It is Saturday, 9:30 am. Donning a familiar black shirt with a white graphic, you leave the house for the coffee shop two blocks away. You sense unease from the couple in line behind you, then you catch a person pointing in your direction from the corner of your eye. Standard. But on your way out, there’s a nod of approval from someone clearly seeking a remedy for last night’s regrettable encounter with Jose Cuervo. The Grim Reaper on your back flashes the patrons with a warning carved into the tombstone beside him.
“Party’s over, motherfucker.”
Enter the world of Sketchy Tank, a place where the disturbed are comforted and the comforted are disturbed. “When I see something shocking, it’s memorable and even if people hate it, it’s in their brain. They can’t get it out, they know who I am and it works.”
Jesse getting inspiration at Baldface. Or maybe just getting high.
What is now a style, movement and symbol, Sketchy Tank arose from humble beginnings on the computer of artist Jesse Dawber where he kept an inspirational folder on his desktop dubbed, The Sketchy Tank, “a tank full of sketchy shit.” Bad tattoos, ironic photos, stupid graffiti, the kind of images that, when compiled in one place, are internet gold. Thus, sketchytank.com was born and a cult following began to emerge — likeminded people that were able to appreciate levity in the otherwise nefarious themes present in life.
“I always found something funny about the contrast between dark humor and light situations,” Dawber explains. Taboo, vice, death — this is the motif of interest for Jesse — thoughts that trigger feelings of distress, but twist into an idea that anyone can relate to, laugh at, embrace. As popularity and traffic grew, he saw an opportunity to share his work with the world by offering shirts for presale on the site. This happened in 2009, while Dawber was holding down a Lead Product Designer position at Electric, working directly alongside its Founder and then CEO, Kip Arnette.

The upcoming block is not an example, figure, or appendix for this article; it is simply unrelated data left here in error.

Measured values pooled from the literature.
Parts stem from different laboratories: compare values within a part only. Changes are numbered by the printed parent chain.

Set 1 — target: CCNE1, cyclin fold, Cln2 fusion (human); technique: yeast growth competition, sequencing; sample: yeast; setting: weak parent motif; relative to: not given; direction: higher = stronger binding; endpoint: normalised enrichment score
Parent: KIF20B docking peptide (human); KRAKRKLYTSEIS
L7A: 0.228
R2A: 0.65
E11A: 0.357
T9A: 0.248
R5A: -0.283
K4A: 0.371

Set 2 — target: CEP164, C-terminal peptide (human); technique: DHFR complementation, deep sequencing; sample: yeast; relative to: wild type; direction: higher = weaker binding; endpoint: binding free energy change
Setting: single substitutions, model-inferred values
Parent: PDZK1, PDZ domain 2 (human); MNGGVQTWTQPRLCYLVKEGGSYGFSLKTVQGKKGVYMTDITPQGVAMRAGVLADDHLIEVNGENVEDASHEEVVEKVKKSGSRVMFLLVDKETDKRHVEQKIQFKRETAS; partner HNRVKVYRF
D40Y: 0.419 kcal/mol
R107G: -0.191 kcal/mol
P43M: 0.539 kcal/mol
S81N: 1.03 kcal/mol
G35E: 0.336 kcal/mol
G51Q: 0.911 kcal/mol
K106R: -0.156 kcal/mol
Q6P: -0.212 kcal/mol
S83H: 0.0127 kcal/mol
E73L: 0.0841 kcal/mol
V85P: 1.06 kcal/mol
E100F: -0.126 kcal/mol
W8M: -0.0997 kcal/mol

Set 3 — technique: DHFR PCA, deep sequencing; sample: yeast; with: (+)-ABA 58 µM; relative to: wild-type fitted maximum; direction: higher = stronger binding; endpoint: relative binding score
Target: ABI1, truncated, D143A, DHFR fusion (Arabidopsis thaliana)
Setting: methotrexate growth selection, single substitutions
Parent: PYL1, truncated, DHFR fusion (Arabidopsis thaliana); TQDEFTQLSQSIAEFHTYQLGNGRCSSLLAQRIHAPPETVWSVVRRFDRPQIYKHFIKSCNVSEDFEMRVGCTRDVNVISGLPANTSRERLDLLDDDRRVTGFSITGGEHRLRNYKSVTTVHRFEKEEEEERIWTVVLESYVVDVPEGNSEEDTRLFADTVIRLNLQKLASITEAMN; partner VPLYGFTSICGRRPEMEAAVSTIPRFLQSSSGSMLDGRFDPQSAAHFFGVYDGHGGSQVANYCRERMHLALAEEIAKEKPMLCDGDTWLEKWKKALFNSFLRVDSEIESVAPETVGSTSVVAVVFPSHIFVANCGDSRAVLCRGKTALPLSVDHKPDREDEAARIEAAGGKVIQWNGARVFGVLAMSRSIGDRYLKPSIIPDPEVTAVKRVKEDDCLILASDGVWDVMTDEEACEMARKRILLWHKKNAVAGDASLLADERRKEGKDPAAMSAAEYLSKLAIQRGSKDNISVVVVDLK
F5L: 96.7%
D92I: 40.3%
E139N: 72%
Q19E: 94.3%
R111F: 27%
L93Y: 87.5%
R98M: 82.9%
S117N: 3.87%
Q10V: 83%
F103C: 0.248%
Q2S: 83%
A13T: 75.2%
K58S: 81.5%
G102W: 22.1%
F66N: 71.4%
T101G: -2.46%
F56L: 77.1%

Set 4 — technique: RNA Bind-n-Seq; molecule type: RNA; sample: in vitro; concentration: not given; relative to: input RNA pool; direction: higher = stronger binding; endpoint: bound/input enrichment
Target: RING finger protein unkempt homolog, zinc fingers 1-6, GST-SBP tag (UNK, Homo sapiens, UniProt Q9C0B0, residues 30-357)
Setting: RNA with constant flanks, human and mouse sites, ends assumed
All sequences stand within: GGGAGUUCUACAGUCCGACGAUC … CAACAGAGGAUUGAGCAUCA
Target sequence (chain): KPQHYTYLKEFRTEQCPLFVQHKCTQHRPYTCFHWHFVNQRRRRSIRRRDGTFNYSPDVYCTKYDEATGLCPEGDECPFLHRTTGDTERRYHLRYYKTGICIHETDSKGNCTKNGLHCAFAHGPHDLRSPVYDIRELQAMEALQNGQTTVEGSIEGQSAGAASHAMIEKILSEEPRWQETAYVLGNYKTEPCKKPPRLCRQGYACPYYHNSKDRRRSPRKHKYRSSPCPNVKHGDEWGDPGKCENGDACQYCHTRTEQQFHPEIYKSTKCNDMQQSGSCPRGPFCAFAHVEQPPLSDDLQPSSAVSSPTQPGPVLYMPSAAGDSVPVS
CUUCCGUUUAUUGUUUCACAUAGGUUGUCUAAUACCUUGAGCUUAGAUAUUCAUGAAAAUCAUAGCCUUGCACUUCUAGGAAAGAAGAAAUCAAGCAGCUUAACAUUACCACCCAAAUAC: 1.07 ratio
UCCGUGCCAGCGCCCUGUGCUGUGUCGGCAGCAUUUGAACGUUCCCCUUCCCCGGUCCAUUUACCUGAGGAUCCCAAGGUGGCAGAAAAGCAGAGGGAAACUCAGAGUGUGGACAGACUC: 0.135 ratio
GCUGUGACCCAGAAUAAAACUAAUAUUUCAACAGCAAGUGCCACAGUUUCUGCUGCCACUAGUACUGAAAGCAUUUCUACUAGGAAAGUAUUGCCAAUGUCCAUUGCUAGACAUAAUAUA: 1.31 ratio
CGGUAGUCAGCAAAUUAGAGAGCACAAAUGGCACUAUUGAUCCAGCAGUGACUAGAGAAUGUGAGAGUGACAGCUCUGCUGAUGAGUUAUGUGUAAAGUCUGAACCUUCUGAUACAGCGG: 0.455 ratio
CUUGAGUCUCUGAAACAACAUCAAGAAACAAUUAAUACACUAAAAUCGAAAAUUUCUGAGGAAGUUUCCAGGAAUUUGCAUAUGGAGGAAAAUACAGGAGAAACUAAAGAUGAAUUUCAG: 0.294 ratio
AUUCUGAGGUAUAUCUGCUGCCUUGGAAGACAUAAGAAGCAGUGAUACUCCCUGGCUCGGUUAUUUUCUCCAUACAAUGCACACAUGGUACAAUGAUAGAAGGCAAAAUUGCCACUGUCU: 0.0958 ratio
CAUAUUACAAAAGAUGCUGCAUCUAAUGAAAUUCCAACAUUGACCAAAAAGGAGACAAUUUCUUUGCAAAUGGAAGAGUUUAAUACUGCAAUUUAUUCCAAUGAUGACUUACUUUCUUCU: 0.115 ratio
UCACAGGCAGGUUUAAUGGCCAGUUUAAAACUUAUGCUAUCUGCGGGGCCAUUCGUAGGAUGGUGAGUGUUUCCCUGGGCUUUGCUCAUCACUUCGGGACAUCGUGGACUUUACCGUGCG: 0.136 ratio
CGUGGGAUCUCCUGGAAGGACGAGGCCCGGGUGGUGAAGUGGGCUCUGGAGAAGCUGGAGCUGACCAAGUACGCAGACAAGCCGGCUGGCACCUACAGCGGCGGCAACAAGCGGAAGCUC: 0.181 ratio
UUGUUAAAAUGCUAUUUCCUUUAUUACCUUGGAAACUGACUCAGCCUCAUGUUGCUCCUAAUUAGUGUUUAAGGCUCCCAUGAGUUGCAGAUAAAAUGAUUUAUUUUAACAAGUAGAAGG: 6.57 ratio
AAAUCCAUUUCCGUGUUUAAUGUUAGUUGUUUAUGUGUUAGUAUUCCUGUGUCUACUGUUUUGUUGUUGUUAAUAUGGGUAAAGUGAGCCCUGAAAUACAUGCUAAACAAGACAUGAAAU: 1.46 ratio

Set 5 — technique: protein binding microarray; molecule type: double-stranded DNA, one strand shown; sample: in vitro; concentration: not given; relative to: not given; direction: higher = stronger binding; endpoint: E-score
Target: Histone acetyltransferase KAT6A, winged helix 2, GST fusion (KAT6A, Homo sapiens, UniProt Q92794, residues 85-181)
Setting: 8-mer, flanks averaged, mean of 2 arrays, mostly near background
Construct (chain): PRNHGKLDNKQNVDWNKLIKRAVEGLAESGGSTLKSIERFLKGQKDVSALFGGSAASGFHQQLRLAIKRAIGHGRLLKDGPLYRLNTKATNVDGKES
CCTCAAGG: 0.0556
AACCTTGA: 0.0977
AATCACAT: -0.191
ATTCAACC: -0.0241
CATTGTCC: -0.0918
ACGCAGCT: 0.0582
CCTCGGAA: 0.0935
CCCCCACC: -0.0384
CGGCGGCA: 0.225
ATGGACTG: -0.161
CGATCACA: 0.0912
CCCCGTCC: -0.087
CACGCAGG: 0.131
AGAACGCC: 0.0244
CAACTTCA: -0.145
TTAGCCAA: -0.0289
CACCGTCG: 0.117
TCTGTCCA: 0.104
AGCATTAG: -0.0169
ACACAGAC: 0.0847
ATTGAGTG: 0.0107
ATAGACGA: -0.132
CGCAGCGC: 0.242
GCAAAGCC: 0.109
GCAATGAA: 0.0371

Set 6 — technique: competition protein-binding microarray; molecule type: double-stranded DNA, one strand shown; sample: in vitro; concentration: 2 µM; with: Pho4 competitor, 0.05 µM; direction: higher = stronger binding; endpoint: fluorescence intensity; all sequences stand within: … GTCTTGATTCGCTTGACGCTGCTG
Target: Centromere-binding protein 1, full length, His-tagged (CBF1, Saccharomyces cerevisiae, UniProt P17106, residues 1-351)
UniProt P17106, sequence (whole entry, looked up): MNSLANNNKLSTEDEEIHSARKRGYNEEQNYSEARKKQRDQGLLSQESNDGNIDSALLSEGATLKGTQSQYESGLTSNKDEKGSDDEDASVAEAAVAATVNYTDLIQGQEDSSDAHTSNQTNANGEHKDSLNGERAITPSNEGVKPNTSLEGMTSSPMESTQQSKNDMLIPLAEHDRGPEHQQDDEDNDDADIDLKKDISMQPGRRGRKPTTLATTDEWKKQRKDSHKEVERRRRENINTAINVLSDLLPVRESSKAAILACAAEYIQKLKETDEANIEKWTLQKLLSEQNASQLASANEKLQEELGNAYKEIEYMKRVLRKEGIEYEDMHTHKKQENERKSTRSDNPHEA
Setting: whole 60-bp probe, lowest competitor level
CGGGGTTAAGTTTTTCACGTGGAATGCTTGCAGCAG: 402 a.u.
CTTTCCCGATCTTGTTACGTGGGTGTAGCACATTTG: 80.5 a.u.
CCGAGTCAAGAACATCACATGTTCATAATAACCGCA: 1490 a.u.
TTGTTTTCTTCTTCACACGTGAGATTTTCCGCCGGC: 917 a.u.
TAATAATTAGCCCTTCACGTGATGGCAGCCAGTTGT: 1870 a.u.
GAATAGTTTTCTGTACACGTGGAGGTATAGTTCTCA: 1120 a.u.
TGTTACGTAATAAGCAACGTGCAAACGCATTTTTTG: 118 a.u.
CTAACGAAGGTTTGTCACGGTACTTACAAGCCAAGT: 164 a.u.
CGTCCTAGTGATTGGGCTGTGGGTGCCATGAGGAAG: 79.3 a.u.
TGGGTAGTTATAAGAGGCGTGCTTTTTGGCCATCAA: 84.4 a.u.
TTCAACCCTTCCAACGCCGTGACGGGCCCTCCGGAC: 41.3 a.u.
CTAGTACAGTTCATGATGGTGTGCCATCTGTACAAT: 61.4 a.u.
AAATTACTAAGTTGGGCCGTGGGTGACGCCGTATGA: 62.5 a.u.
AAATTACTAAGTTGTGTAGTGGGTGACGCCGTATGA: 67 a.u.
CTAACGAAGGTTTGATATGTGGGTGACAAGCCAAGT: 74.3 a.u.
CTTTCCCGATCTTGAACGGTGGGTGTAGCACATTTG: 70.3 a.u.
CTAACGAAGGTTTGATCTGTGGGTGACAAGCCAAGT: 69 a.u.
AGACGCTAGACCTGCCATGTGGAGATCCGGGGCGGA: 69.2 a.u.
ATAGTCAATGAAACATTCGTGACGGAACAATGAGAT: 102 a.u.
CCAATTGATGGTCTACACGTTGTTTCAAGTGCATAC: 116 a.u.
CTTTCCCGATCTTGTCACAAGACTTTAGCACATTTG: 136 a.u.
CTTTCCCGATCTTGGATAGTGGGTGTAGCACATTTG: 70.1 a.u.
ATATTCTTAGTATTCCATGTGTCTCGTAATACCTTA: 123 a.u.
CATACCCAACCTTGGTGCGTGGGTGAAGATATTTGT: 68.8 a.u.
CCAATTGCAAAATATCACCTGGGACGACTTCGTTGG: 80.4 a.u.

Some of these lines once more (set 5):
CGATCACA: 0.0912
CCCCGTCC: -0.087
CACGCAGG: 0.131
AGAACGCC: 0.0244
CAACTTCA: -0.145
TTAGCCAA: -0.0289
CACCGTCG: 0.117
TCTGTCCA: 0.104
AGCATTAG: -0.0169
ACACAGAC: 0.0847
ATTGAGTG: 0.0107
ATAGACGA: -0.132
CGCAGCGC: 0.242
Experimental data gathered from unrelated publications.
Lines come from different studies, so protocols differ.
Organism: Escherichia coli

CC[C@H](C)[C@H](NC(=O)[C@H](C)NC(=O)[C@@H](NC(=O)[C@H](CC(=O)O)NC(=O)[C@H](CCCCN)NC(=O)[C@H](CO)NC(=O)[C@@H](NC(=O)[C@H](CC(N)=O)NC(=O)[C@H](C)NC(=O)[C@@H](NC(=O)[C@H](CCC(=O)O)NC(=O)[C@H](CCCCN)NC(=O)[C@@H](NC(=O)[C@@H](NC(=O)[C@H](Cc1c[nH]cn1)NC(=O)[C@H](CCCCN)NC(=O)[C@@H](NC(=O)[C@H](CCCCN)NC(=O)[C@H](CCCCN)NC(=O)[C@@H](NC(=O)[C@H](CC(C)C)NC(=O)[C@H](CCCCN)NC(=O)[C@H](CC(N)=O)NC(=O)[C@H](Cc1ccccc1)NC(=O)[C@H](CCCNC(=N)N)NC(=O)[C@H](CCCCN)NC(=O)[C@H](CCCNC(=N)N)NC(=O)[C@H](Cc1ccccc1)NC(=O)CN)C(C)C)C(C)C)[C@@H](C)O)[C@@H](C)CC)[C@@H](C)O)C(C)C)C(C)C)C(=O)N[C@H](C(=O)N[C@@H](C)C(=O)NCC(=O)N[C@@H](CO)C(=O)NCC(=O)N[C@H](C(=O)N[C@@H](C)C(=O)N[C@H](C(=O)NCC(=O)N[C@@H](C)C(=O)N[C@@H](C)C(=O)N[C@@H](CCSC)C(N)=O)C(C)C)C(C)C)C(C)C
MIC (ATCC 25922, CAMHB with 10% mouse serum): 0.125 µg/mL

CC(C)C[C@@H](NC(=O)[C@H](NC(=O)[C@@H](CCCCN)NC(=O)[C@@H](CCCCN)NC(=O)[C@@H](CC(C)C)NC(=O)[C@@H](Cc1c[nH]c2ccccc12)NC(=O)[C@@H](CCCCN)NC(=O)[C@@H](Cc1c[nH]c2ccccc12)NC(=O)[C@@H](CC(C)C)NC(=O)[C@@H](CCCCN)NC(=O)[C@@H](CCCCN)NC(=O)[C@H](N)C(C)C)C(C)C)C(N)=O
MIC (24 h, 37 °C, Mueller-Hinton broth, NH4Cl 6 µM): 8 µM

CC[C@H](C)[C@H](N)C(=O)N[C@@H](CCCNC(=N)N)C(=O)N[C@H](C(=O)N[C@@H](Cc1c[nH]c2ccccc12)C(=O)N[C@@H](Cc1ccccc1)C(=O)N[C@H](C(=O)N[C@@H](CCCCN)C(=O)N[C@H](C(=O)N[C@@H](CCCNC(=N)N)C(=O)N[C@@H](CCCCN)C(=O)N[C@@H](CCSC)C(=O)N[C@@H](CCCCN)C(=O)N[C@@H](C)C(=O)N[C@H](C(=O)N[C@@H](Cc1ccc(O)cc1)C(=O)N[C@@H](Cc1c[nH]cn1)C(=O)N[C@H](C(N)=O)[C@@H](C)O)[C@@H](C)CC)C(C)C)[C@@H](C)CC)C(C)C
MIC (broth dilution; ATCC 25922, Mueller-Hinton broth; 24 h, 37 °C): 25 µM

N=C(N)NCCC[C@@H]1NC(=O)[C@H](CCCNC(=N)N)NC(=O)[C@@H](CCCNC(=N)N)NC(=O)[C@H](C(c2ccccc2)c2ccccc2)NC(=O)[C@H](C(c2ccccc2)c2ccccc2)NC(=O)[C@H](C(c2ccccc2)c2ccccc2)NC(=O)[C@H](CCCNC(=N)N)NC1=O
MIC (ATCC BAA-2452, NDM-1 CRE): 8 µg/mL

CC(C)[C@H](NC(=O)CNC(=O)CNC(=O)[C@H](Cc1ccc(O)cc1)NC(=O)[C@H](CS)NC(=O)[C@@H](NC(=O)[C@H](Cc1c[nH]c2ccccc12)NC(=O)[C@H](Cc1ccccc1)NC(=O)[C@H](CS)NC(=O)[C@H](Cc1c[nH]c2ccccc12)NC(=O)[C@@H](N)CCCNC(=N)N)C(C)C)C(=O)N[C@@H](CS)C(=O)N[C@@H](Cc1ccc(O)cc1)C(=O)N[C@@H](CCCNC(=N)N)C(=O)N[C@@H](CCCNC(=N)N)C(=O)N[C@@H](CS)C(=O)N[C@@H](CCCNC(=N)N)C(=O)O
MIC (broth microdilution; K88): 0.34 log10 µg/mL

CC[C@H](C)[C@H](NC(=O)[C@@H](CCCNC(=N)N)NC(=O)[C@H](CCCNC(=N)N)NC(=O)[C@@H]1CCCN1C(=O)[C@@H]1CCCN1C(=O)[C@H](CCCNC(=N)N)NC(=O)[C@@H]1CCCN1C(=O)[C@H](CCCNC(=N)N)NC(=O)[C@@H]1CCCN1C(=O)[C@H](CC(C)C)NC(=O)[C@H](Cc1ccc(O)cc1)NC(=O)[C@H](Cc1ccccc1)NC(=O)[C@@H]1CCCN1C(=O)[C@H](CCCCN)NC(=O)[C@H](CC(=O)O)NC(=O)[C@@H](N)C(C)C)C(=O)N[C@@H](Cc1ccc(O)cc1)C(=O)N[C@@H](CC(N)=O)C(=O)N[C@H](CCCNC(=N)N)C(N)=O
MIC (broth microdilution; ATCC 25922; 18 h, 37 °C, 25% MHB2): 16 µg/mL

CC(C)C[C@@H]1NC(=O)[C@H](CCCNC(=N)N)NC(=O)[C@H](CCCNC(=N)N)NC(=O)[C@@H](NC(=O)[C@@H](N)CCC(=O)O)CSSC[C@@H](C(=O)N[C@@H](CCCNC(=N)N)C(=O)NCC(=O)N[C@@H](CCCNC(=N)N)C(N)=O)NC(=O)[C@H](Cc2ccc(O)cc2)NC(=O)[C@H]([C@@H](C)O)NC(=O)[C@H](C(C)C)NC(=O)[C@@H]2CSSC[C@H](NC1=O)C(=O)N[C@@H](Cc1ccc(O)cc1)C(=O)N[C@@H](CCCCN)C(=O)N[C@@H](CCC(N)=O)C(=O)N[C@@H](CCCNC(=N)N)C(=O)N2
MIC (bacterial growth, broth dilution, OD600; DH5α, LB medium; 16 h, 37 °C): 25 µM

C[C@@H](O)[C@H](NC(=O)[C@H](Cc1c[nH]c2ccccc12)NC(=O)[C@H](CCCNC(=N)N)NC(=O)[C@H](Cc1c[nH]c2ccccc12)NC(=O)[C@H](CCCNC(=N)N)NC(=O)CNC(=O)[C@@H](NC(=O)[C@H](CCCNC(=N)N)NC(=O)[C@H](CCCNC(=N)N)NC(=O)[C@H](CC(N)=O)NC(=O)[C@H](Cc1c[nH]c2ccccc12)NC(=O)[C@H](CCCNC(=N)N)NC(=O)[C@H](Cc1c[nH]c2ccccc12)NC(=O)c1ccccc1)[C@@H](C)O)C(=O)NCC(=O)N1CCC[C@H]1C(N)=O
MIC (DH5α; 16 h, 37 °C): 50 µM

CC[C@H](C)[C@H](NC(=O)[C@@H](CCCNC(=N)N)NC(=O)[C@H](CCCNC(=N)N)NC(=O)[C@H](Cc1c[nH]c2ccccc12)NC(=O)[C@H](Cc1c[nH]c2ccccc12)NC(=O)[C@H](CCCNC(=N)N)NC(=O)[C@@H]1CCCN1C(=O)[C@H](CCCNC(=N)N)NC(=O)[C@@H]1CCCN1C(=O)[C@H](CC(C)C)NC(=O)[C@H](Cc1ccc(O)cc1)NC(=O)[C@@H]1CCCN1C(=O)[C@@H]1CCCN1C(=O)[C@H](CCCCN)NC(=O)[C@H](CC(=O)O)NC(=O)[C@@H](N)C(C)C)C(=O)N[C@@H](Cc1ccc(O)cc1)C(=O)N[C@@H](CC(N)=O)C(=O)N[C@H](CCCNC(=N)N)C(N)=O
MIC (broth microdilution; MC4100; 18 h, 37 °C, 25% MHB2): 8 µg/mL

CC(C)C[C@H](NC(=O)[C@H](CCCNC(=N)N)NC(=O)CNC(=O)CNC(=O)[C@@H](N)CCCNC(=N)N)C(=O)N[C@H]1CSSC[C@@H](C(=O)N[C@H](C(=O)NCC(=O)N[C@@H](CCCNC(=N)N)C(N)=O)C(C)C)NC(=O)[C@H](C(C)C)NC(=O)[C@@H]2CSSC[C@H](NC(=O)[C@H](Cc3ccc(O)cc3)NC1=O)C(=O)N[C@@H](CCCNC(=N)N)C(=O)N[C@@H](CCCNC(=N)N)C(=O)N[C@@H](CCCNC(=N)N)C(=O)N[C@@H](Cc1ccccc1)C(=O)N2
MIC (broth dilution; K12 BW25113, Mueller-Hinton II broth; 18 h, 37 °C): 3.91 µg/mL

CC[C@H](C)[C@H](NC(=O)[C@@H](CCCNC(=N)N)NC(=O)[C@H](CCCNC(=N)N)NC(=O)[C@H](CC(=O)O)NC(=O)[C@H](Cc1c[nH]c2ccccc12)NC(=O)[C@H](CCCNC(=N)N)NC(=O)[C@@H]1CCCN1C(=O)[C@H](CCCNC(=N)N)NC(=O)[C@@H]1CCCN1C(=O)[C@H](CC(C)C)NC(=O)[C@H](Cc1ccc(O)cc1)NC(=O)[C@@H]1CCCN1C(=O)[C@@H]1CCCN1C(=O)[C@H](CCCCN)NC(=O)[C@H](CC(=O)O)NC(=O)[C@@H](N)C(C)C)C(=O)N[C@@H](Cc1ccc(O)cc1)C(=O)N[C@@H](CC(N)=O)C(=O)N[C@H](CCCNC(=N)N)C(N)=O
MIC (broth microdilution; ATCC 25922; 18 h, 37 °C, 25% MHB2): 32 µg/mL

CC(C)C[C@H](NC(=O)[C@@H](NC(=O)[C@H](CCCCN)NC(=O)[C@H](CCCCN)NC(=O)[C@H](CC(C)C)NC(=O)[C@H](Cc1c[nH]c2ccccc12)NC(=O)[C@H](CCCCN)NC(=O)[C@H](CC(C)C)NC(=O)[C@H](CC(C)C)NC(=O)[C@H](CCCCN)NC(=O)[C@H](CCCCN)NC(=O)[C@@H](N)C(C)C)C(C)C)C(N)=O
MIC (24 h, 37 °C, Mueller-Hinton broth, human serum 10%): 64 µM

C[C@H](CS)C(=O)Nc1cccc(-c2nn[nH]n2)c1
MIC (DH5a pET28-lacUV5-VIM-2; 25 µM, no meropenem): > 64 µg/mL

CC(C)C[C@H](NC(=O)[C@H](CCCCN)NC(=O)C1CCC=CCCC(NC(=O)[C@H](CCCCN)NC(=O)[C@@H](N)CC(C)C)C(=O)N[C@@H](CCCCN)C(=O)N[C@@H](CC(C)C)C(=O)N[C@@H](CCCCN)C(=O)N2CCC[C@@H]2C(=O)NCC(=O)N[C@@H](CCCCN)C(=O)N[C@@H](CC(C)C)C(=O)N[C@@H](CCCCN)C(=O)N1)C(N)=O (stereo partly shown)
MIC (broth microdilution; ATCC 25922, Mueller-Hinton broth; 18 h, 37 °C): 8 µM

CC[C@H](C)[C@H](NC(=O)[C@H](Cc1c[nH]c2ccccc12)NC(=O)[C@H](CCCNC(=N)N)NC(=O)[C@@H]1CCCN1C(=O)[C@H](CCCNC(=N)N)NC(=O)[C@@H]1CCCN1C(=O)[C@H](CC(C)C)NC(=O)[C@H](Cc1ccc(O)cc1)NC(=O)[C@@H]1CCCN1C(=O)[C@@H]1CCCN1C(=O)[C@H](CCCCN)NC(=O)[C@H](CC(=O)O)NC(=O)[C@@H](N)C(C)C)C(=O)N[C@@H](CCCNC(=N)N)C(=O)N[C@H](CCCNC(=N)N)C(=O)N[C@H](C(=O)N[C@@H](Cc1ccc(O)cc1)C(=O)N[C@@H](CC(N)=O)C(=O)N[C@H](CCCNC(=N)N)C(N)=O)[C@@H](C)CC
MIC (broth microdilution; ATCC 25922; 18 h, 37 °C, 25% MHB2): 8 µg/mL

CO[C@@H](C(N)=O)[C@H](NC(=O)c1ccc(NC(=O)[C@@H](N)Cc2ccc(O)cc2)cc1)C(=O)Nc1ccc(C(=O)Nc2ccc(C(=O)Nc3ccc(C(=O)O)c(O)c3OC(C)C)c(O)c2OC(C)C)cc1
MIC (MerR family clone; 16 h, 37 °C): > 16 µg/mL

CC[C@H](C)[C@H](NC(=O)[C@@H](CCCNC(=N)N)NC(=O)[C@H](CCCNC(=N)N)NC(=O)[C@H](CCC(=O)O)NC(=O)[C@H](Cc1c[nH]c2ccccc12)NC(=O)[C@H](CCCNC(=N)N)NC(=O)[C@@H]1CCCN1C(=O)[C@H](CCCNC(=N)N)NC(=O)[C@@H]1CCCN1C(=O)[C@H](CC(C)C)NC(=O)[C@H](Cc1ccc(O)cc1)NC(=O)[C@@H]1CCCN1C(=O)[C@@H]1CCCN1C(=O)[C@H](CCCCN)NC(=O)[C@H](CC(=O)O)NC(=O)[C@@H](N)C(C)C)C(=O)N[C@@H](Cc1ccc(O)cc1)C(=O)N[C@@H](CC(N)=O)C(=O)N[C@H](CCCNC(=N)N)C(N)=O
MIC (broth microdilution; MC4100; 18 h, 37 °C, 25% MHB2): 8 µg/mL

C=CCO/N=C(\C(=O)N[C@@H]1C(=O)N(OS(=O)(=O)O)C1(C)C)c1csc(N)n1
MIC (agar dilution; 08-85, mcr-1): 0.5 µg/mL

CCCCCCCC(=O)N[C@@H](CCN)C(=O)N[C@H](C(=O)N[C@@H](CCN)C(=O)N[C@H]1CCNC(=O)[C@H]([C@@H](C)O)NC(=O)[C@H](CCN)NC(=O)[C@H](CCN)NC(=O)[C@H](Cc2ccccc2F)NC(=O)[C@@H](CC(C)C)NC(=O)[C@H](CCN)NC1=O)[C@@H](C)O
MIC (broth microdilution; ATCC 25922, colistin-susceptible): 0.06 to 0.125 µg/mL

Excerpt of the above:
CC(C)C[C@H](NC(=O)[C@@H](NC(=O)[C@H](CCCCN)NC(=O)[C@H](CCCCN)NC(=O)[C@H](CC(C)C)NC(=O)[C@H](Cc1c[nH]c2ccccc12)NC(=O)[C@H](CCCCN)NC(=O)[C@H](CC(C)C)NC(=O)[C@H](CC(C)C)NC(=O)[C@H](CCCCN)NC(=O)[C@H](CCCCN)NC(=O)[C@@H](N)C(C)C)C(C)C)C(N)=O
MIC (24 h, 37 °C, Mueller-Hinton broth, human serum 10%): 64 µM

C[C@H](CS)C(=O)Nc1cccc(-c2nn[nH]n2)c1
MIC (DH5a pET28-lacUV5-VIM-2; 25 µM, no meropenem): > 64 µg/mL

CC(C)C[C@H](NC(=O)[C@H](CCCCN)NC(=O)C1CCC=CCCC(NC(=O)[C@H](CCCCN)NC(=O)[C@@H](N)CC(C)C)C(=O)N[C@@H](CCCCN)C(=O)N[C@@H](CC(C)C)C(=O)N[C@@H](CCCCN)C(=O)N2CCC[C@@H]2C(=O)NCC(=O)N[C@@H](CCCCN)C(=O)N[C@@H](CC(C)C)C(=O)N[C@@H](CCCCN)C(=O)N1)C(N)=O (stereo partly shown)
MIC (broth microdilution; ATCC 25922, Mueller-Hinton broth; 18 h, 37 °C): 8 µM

Jesse holding the Grim Reader — a CAPiTA Charlie Slasher undercover, with a graphic he designed for Snowboard Magazine.
Over the next four years, two landmark events occurred in Jesse’s life: Sketchy Tank shirt sales surpassed what he was earning as a salary, and he became a father. It was then that he realized that it could become something bigger and saw how art could be a means to support his family, something few people are able to achieve. Jesse left Electric in February 2014. Instagram then replaced his blog and became the epicenter of all things sketchy.
It was pouring gasoline on a fire. Sketchy Tank is now in 300 stores worldwide. Internet presales create demand while eliminating overhead, and he has done selective collaborations with Volcom, KR3W, Vans, Celtek, Hansen Surfboards and RIDE among others. The goal, however, is to keep it tight, small, simple and to never stray from the fact that it is real. There are no suits and no mood boards. The art is a balance of politically incorrect fun and anti-establishment that doesn’t cross into maliciousness, all from Jesse’s unfiltered creative stream of consciousness. “If I make somebody take a second out of their day and laugh at something, that’s worth more than any dollar amount,” Jesse believes. Coincidentally, that is a major element in the success of Sketchy Tank.
“I hate calling it a brand — it is more than that — it’s a feeling. The ‘Good Times, Bad Friends’ graphic has by far been my best one. I don’t think there’s a fucking person on this planet that it doesn’t resonate with. We all know we like to be bad and we all have fun. You know drinking twelve beers in a night isn’t good for you, but you still do it anyway.”
That honesty permeates into the art because it comes from an individual who is grateful his life entails making people laugh while others may cringe. So if someone gets worked up over the Sketchy Tank graphic you’re wearing, say, “Relax, it’s just a fucking t-shirt.”